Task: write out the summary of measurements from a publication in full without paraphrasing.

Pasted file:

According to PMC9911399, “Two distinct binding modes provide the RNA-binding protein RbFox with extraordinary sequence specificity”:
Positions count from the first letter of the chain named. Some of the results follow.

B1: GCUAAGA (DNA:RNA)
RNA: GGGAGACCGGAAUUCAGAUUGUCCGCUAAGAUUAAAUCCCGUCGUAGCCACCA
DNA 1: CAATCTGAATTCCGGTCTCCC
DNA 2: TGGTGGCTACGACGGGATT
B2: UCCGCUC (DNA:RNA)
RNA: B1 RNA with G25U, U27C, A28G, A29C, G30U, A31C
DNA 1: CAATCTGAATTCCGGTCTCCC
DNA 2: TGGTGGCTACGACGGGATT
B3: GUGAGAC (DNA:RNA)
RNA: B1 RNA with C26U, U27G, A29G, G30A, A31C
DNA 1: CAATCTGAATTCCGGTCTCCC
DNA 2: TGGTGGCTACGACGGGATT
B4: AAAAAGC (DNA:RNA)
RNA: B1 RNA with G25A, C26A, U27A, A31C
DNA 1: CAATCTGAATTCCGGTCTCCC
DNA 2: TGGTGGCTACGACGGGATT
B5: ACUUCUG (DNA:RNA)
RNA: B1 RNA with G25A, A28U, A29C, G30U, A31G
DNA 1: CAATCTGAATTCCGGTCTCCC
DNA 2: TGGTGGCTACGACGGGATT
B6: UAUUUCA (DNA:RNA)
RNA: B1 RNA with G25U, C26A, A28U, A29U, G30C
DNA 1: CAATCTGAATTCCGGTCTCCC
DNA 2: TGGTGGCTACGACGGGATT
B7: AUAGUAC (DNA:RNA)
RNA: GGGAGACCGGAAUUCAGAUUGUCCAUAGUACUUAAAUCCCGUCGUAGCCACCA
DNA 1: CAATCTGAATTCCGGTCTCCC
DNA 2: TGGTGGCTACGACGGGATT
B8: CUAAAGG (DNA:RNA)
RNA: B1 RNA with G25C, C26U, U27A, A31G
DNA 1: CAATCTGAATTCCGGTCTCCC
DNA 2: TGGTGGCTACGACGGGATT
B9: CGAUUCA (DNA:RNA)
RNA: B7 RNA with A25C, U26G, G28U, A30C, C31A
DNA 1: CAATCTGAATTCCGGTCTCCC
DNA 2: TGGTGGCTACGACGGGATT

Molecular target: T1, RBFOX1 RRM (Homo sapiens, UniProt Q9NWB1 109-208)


According to PMC9911399, “Two distinct binding modes provide the RNA-binding protein RbFox with extraordinary sequence specificity”:
Positions count from the first letter of the chain named. Some of the results follow.

B1: GCUAAGA (DNA:RNA)
RNA: GGGAGACCGGAAUUCAGAUUGUCCGCUAAGAUUAAAUCCCGUCGUAGCCACCA
DNA 1: CAATCTGAATTCCGGTCTCCC
DNA 2: TGGTGGCTACGACGGGATT
B2: UCCGCUC (DNA:RNA)
RNA: B1 RNA with G25U, U27C, A28G, A29C, G30U, A31C
DNA 1: CAATCTGAATTCCGGTCTCCC
DNA 2: TGGTGGCTACGACGGGATT
B3: GUGAGAC (DNA:RNA)
RNA: B1 RNA with C26U, U27G, A29G, G30A, A31C
DNA 1: CAATCTGAATTCCGGTCTCCC
DNA 2: TGGTGGCTACGACGGGATT
B4: AAAAAGC (DNA:RNA)
RNA: B1 RNA with G25A, C26A, U27A, A31C
DNA 1: CAATCTGAATTCCGGTCTCCC
DNA 2: TGGTGGCTACGACGGGATT
B5: ACUUCUG (DNA:RNA)
RNA: B1 RNA with G25A, A28U, A29C, G30U, A31G
DNA 1: CAATCTGAATTCCGGTCTCCC
DNA 2: TGGTGGCTACGACGGGATT
B6: UAUUUCA (DNA:RNA)
RNA: B1 RNA with G25U, C26A, A28U, A29U, G30C
DNA 1: CAATCTGAATTCCGGTCTCCC
DNA 2: TGGTGGCTACGACGGGATT
B7: AUAGUAC (DNA:RNA)
RNA: GGGAGACCGGAAUUCAGAUUGUCCAUAGUACUUAAAUCCCGUCGUAGCCACCA
DNA 1: CAATCTGAATTCCGGTCTCCC
DNA 2: TGGTGGCTACGACGGGATT
B8: CUAAAGG (DNA:RNA)
RNA: B1 RNA with G25C, C26U, U27A, A31G
DNA 1: CAATCTGAATTCCGGTCTCCC
DNA 2: TGGTGGCTACGACGGGATT
B9: CGAUUCA (DNA:RNA)
RNA: B7 RNA with A25C, U26G, G28U, A30C, C31A
DNA 1: CAATCTGAATTCCGGTCTCCC
DNA 2: TGGTGGCTACGACGGGATT

Molecular target: T1, RBFOX1 RRM (Homo sapiens, UniProt Q9NWB1 109-208)